3. Domain Provider - The domain provider is a service that provides information about the domain itself. It is used to determine which domains are currently registered in the environment. There is an abstract class, that takes over most of the setup.

  4. Blueprint context - There are three services, that must be registered with the OSGi service-environment. First, there is the Domain Provider. Moreover, the domain must provide a kind of connector itself since it must be able to handle service calls and redirect it to the default-connector specified in the current context. And finally the domain provides an event interface for its connectors which can be used by them to send events into OpenEngSB. The default implementation of this event interface simply forwards all events sent through the domain to the workflow service. However, domains can also provide their own implementation of their event interface and add data to events or perform other tasks. There is a bean factory that creates a Java-Proxy that can be used as ForwardService both for the forwarding of service calls from domain to connector and for the forwarding of events to the workflow service. The service call to ForwardService looks up the default-connector for the specified domain in the current context and forwards the method-call right to it. The event forward service simply forwards all events to the workflow service of OpenEngSB.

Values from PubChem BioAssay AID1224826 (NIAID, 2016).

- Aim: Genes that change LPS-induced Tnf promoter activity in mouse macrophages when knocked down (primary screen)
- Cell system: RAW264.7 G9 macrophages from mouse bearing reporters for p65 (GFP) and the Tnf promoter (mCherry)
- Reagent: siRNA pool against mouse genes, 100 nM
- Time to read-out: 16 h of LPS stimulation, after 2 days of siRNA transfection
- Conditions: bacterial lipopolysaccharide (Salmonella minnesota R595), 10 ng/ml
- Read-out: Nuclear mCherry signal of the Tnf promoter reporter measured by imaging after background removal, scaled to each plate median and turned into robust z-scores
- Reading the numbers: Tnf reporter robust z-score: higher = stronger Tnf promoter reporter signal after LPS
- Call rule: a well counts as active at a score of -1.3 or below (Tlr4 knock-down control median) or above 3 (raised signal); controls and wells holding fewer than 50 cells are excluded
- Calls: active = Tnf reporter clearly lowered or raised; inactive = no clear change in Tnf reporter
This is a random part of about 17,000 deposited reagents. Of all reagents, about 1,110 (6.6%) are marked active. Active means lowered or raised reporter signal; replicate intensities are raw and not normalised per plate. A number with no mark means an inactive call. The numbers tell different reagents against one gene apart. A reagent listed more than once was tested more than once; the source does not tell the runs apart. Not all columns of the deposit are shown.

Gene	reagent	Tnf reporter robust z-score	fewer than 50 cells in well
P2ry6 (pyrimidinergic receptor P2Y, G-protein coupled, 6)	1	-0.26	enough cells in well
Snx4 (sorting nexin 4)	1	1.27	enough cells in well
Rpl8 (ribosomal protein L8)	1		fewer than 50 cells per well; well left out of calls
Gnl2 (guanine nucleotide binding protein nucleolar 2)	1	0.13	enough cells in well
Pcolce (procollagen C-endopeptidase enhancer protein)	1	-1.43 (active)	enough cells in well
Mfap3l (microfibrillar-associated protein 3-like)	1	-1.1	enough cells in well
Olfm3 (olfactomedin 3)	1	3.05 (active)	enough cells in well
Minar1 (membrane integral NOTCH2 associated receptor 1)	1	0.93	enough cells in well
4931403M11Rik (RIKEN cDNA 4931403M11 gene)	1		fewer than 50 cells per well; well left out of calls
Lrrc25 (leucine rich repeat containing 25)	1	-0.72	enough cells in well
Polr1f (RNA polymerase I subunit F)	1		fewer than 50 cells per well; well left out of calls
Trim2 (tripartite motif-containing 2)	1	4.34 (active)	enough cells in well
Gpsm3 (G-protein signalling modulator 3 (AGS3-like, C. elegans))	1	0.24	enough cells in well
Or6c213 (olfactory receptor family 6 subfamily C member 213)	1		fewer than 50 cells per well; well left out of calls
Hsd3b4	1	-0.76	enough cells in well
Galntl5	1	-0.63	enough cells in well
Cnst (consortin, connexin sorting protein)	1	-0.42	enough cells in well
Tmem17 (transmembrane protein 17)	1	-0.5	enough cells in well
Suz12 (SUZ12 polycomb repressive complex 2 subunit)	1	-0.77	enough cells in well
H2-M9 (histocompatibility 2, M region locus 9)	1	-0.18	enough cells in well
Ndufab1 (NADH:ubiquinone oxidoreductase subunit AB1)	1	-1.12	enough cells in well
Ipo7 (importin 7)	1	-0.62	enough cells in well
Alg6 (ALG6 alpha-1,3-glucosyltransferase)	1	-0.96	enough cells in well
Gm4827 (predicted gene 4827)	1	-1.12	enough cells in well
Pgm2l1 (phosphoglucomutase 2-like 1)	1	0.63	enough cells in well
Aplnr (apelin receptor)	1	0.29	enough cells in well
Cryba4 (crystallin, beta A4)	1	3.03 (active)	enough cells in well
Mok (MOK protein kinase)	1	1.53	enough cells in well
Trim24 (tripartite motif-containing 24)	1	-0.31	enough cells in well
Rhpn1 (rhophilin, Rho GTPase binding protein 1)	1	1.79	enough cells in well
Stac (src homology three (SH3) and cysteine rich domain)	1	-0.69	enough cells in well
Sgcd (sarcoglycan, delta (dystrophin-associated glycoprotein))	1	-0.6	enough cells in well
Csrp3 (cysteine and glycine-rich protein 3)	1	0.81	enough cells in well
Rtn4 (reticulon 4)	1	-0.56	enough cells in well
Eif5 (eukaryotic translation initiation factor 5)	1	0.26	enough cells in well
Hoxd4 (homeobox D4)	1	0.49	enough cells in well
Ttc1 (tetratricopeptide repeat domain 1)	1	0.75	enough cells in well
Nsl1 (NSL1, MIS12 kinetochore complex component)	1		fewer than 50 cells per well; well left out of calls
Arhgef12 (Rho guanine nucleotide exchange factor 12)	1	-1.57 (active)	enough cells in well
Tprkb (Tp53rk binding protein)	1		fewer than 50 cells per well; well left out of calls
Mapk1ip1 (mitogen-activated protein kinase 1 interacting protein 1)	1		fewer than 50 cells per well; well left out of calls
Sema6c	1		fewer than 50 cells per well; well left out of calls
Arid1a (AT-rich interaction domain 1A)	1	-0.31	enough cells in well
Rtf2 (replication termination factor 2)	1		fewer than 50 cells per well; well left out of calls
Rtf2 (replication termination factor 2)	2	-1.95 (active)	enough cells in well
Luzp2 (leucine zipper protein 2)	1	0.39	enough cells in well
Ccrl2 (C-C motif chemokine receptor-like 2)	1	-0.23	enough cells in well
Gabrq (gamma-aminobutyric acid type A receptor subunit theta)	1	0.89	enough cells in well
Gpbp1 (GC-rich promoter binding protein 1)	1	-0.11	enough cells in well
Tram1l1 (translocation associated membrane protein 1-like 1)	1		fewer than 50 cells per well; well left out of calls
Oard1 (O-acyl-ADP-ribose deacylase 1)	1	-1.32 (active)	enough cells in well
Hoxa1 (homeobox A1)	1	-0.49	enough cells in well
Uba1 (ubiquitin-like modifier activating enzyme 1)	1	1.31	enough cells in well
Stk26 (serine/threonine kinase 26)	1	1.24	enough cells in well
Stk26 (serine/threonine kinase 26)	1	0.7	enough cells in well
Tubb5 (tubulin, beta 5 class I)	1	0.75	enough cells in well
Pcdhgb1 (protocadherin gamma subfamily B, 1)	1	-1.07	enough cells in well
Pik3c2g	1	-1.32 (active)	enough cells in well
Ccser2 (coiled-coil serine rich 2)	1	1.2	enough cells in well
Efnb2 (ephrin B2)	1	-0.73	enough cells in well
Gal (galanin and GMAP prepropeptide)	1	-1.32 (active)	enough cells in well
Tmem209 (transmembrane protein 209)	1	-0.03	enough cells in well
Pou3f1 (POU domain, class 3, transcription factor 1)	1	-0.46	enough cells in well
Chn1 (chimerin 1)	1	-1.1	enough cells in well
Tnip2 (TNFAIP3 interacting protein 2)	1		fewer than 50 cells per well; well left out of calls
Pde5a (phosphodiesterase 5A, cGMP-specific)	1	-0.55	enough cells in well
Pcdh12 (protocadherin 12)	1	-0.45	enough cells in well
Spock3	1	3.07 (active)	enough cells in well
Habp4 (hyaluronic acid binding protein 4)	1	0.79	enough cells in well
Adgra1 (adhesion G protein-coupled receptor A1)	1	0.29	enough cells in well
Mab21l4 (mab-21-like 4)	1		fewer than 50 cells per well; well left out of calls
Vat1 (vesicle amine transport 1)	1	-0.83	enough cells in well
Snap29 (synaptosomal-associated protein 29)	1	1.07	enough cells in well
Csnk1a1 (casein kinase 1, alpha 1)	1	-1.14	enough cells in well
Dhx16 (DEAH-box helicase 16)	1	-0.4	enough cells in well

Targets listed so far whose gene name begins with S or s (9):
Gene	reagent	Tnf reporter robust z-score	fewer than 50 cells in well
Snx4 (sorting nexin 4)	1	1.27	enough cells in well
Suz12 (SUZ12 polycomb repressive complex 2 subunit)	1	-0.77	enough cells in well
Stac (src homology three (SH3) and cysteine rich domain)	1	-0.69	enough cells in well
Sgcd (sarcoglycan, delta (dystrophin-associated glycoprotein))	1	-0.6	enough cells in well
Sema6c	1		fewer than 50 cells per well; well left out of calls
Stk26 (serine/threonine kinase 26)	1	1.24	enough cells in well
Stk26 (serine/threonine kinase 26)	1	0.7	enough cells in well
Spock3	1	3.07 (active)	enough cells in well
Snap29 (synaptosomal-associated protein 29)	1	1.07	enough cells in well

35.4. Connectors

For information regarding the implementation of connectors for the newly created domain see Chapter 34, How To Create an Internal Connector.